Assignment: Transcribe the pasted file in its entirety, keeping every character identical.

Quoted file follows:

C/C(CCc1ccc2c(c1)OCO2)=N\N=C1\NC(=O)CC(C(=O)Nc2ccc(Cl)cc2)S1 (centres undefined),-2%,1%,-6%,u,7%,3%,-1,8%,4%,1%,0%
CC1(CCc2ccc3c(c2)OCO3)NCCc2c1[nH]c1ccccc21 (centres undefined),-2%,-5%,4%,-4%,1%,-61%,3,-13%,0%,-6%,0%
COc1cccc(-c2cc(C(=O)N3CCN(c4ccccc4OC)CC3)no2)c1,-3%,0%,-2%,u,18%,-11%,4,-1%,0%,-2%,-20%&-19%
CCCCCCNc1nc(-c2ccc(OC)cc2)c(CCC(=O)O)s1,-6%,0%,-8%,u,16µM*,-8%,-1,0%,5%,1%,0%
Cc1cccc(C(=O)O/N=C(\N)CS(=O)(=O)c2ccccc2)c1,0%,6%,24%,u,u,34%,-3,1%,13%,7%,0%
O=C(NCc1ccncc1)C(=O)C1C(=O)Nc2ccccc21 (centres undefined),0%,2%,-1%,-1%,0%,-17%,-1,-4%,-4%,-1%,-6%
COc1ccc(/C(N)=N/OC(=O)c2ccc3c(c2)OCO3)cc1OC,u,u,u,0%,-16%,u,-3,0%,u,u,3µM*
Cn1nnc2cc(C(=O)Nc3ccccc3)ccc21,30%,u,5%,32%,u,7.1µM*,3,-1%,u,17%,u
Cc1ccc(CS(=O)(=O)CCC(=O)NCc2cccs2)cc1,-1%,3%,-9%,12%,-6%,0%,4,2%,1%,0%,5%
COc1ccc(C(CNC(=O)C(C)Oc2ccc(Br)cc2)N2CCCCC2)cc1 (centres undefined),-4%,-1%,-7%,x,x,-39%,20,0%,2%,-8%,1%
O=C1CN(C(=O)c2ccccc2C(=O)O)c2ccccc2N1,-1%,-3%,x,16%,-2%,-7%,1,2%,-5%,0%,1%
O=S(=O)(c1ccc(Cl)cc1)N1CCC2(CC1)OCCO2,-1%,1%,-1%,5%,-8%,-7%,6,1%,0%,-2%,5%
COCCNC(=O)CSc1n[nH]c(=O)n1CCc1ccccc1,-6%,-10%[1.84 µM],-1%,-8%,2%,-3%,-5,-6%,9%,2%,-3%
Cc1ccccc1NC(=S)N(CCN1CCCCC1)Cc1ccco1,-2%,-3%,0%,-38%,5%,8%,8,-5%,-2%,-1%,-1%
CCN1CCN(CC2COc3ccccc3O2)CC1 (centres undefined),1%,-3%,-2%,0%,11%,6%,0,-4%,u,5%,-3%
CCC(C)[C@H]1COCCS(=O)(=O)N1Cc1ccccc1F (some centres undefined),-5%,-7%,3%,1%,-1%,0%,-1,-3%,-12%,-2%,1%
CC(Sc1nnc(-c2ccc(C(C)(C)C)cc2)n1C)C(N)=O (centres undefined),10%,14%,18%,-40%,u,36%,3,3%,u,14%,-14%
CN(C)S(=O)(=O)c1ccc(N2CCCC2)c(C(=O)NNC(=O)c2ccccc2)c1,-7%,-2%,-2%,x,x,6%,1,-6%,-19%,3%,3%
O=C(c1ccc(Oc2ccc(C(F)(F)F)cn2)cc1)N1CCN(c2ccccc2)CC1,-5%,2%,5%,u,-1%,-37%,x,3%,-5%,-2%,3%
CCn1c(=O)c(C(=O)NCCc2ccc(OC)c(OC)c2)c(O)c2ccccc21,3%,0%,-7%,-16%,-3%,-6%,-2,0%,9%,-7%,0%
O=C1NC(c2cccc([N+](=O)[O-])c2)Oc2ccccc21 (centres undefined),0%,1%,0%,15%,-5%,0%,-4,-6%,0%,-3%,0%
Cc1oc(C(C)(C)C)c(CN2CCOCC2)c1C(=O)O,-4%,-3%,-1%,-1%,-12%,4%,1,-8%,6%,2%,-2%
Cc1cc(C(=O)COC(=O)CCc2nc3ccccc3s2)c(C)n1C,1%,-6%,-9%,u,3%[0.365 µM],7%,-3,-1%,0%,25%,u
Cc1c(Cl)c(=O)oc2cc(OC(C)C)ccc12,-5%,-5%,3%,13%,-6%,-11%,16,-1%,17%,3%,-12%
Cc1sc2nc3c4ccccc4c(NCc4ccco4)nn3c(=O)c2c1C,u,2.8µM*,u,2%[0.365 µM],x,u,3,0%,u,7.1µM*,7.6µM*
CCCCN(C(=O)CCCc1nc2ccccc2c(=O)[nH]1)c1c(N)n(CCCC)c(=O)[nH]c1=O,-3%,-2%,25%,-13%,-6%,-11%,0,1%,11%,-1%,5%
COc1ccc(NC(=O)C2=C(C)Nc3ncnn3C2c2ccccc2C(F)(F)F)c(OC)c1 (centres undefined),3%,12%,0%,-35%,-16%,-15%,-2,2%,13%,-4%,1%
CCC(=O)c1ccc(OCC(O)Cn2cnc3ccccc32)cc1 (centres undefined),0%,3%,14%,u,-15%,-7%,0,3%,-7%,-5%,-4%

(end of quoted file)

C/C(CCc1ccc2c(c1)OCO2)=N\N=C1\NC(=O)CC(C(=O)Nc2ccc(Cl)cc2)S1 (centres undefined),-2%,1%,-6%,u,7%,3%,-1,8%,4%,1%,0%
CC1(CCc2ccc3c(c2)OCO3)NCCc2c1[nH]c1ccccc21 (centres undefined),-2%,-5%,4%,-4%,1%,-61%,3,-13%,0%,-6%,0%
COc1cccc(-c2cc(C(=O)N3CCN(c4ccccc4OC)CC3)no2)c1,-3%,0%,-2%,u,18%,-11%,4,-1%,0%,-2%,-20%&-19%
CCCCCCNc1nc(-c2ccc(OC)cc2)c(CCC(=O)O)s1,-6%,0%,-8%,u,16µM*,-8%,-1,0%,5%,1%,0%
Cc1cccc(C(=O)O/N=C(\N)CS(=O)(=O)c2ccccc2)c1,0%,6%,24%,u,u,34%,-3,1%,13%,7%,0%
O=C(NCc1ccncc1)C(=O)C1C(=O)Nc2ccccc21 (centres undefined),0%,2%,-1%,-1%,0%,-17%,-1,-4%,-4%,-1%,-6%
COc1ccc(/C(N)=N/OC(=O)c2ccc3c(c2)OCO3)cc1OC,u,u,u,0%,-16%,u,-3,0%,u,u,3µM*
Cn1nnc2cc(C(=O)Nc3ccccc3)ccc21,30%,u,5%,32%,u,7.1µM*,3,-1%,u,17%,u
Cc1ccc(CS(=O)(=O)CCC(=O)NCc2cccs2)cc1,-1%,3%,-9%,12%,-6%,0%,4,2%,1%,0%,5%
COc1ccc(C(CNC(=O)C(C)Oc2ccc(Br)cc2)N2CCCCC2)cc1 (centres undefined),-4%,-1%,-7%,x,x,-39%,20,0%,2%,-8%,1%
O=C1CN(C(=O)c2ccccc2C(=O)O)c2ccccc2N1,-1%,-3%,x,16%,-2%,-7%,1,2%,-5%,0%,1%
O=S(=O)(c1ccc(Cl)cc1)N1CCC2(CC1)OCCO2,-1%,1%,-1%,5%,-8%,-7%,6,1%,0%,-2%,5%
COCCNC(=O)CSc1n[nH]c(=O)n1CCc1ccccc1,-6%,-10%[1.84 µM],-1%,-8%,2%,-3%,-5,-6%,9%,2%,-3%
Cc1ccccc1NC(=S)N(CCN1CCCCC1)Cc1ccco1,-2%,-3%,0%,-38%,5%,8%,8,-5%,-2%,-1%,-1%
CCN1CCN(CC2COc3ccccc3O2)CC1 (centres undefined),1%,-3%,-2%,0%,11%,6%,0,-4%,u,5%,-3%
CCC(C)[C@H]1COCCS(=O)(=O)N1Cc1ccccc1F (some centres undefined),-5%,-7%,3%,1%,-1%,0%,-1,-3%,-12%,-2%,1%
CC(Sc1nnc(-c2ccc(C(C)(C)C)cc2)n1C)C(N)=O (centres undefined),10%,14%,18%,-40%,u,36%,3,3%,u,14%,-14%
CN(C)S(=O)(=O)c1ccc(N2CCCC2)c(C(=O)NNC(=O)c2ccccc2)c1,-7%,-2%,-2%,x,x,6%,1,-6%,-19%,3%,3%
O=C(c1ccc(Oc2ccc(C(F)(F)F)cn2)cc1)N1CCN(c2ccccc2)CC1,-5%,2%,5%,u,-1%,-37%,x,3%,-5%,-2%,3%
CCn1c(=O)c(C(=O)NCCc2ccc(OC)c(OC)c2)c(O)c2ccccc21,3%,0%,-7%,-16%,-3%,-6%,-2,0%,9%,-7%,0%
O=C1NC(c2cccc([N+](=O)[O-])c2)Oc2ccccc21 (centres undefined),0%,1%,0%,15%,-5%,0%,-4,-6%,0%,-3%,0%
Cc1oc(C(C)(C)C)c(CN2CCOCC2)c1C(=O)O,-4%,-3%,-1%,-1%,-12%,4%,1,-8%,6%,2%,-2%
Cc1cc(C(=O)COC(=O)CCc2nc3ccccc3s2)c(C)n1C,1%,-6%,-9%,u,3%[0.365 µM],7%,-3,-1%,0%,25%,u
Cc1c(Cl)c(=O)oc2cc(OC(C)C)ccc12,-5%,-5%,3%,13%,-6%,-11%,16,-1%,17%,3%,-12%
Cc1sc2nc3c4ccccc4c(NCc4ccco4)nn3c(=O)c2c1C,u,2.8µM*,u,2%[0.365 µM],x,u,3,0%,u,7.1µM*,7.6µM*
CCCCN(C(=O)CCCc1nc2ccccc2c(=O)[nH]1)c1c(N)n(CCCC)c(=O)[nH]c1=O,-3%,-2%,25%,-13%,-6%,-11%,0,1%,11%,-1%,5%
COc1ccc(NC(=O)C2=C(C)Nc3ncnn3C2c2ccccc2C(F)(F)F)c(OC)c1 (centres undefined),3%,12%,0%,-35%,-16%,-15%,-2,2%,13%,-4%,1%
CCC(=O)c1ccc(OCC(O)Cn2cnc3ccccc32)cc1 (centres undefined),0%,3%,14%,u,-15%,-7%,0,3%,-7%,-5%,-4%